Study Paralegal Studies, Paralegal Studies Schools
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What is a paralegal?
The term is used in many countries to refer to a non-lawyer who assists a lawyer in the performance of legal tasks. These legal tasks are usually specific assignments which only the lawyer is responsible by virtue of the latter being authorized by the country's rules of court. But not only a law firm employs a paralegal; many other corporations and agencies including the government and the court system also avail of the paralegal services by persons educated or trained to do such services. It has been reported that tens of thousands of paralegals are now gainfully employed around the world, with the profession still continuing to become as the fastest growing occupation of the decade, notwithstanding their educational background. Predictions further say that the paralegal profession will grow by from 22% to 28% in 2016, and faster than average, with more than 50% of graduates of paralegal courses dominating the legal profession.
Paralegalism has been in existence since four decades ago. It started when law firms first provided in-house training to experienced legal secretaries who were not yet known as paralegals, in various facets of the legal work. Whether it was known or not by those law firms, the training worked well. This was followed by the emergence of diversified paralegal educational programs to fully develop the potentials for not only the paralegal field but the education for the paralegal profession as well. Associations were also formed to help meet the need for, and maintain high standards of performance in the paralegal profession.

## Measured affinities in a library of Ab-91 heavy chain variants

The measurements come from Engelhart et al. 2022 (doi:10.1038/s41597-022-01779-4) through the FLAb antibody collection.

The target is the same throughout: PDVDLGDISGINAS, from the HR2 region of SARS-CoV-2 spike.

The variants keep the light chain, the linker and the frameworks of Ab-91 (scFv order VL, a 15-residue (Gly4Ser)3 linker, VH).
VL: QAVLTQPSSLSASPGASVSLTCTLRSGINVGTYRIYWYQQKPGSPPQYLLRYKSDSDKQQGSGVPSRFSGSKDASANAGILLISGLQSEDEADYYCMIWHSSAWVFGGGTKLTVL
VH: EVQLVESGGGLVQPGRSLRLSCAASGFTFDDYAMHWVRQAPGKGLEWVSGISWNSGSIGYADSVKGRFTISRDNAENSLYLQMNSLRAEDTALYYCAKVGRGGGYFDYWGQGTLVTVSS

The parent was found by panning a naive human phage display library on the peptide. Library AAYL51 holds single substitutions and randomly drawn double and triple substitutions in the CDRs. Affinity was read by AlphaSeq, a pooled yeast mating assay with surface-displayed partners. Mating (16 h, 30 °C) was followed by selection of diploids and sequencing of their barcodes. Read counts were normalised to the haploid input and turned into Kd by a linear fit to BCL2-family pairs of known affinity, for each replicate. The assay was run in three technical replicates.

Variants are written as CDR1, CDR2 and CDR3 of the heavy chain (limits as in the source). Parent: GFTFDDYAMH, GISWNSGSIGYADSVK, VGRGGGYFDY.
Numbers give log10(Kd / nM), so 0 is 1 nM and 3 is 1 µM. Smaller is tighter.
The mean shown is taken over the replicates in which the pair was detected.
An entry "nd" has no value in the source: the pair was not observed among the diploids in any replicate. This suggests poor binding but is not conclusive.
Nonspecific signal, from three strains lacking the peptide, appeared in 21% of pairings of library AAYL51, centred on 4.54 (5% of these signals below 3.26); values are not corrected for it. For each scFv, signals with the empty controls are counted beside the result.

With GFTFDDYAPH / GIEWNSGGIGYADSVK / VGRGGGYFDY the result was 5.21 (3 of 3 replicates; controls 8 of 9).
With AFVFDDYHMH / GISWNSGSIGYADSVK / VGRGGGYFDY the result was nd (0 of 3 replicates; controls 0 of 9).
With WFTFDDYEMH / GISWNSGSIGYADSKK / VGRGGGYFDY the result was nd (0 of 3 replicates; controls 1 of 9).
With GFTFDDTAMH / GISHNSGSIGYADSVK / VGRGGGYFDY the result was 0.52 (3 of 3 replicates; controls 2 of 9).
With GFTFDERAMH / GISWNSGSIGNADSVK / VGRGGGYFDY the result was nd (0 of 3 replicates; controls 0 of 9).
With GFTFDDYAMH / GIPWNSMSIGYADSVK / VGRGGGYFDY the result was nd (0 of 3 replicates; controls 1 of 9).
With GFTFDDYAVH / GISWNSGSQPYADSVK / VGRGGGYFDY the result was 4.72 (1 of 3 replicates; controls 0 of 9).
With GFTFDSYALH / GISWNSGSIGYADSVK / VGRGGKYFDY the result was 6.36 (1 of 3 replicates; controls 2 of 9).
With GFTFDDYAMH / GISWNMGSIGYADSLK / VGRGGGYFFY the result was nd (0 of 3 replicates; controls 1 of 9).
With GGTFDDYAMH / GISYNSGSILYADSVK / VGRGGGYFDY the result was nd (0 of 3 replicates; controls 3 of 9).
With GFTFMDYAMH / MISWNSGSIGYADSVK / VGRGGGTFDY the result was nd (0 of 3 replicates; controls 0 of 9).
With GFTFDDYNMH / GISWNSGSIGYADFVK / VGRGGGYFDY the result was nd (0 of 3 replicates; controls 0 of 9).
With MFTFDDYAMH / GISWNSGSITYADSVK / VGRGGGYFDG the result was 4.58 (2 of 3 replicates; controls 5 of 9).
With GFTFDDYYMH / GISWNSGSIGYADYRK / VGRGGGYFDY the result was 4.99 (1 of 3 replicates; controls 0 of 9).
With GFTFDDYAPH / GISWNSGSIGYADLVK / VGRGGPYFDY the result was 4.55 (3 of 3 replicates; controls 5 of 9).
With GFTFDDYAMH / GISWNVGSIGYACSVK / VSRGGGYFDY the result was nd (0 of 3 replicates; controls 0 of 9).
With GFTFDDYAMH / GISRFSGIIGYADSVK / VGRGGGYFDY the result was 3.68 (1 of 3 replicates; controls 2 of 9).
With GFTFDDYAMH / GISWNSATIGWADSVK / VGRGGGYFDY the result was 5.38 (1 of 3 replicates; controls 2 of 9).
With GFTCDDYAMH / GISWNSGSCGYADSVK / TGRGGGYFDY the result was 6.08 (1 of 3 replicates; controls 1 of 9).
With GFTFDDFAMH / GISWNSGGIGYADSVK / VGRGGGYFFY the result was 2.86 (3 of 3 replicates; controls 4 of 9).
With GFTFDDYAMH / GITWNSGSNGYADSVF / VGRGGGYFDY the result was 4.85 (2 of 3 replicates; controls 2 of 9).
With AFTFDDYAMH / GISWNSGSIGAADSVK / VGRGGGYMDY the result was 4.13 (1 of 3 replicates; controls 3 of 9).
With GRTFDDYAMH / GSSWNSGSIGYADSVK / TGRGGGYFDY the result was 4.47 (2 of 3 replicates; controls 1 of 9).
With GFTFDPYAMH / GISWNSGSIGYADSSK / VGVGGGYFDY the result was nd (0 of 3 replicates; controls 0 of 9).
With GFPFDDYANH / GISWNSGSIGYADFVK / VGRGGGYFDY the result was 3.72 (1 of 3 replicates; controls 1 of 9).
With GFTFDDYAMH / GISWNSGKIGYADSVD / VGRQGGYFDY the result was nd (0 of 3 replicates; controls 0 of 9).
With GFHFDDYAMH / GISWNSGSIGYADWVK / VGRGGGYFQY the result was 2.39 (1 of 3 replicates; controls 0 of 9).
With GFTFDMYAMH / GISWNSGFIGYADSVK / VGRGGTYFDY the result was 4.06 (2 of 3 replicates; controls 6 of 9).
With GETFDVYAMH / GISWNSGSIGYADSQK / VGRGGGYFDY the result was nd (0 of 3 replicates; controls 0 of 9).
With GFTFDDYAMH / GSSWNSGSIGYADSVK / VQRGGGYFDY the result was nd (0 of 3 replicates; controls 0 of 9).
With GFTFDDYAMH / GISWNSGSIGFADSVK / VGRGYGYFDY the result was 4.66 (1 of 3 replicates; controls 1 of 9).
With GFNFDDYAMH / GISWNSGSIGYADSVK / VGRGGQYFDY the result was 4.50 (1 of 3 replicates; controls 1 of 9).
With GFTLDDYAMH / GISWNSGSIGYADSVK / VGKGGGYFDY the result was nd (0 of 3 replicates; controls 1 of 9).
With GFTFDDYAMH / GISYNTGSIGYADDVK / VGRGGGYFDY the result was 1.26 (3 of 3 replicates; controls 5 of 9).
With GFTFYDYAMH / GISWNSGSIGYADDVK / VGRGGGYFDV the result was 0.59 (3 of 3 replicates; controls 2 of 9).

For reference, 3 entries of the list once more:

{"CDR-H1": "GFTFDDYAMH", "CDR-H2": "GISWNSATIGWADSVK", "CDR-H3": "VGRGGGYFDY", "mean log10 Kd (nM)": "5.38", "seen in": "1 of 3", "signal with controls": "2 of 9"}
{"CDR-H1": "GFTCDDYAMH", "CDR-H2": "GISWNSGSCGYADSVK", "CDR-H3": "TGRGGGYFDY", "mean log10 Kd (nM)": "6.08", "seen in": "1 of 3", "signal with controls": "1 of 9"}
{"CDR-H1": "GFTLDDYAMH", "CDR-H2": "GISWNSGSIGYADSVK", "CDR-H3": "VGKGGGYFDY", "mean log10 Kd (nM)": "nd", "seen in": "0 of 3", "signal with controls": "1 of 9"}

It is now important for those desiring to be paralegals that education and training--nay experience--are prerequisites of the profession. These education and training can be acquired from various reputable institutions that offer programs on Paralegal Studies. These programs are designed to educate students mostly in the areas of law and ethics, as well as in the fields of interviewing and investigation, legal research and writing, civil procedure, corporate and business law, intellectual property, English composition, speech communication , criminal law, family law, immigration law, computers and the law, and a number of other important subjects. Most institutions of higher learning offer these programs under a specific department or college, with courses leading to the bachelor's and associate degrees, or post-baccalaureate certificates, which are given to students who have already earned an associate or bachelor's degree in other subjects.
Graduates of Paralegal courses are now prepared to enter the profession or go to law schools to broaden their knowledge on law and ultimately become a lawyer. As graduates, they are now considered as able to think critically, having learned the knowledge in legal concepts and procedures necessary for a successful paralegal profession. At the least, they can now also be registered, certificated or certified in the country where they intend to be paralegals, and choose which type of paralegal work they want to perform. More important is the fact that soon they will be part of a profession that may dictate the success of the task specifically assigned to them, and help chart the course and the destiny of a nation's legal profession.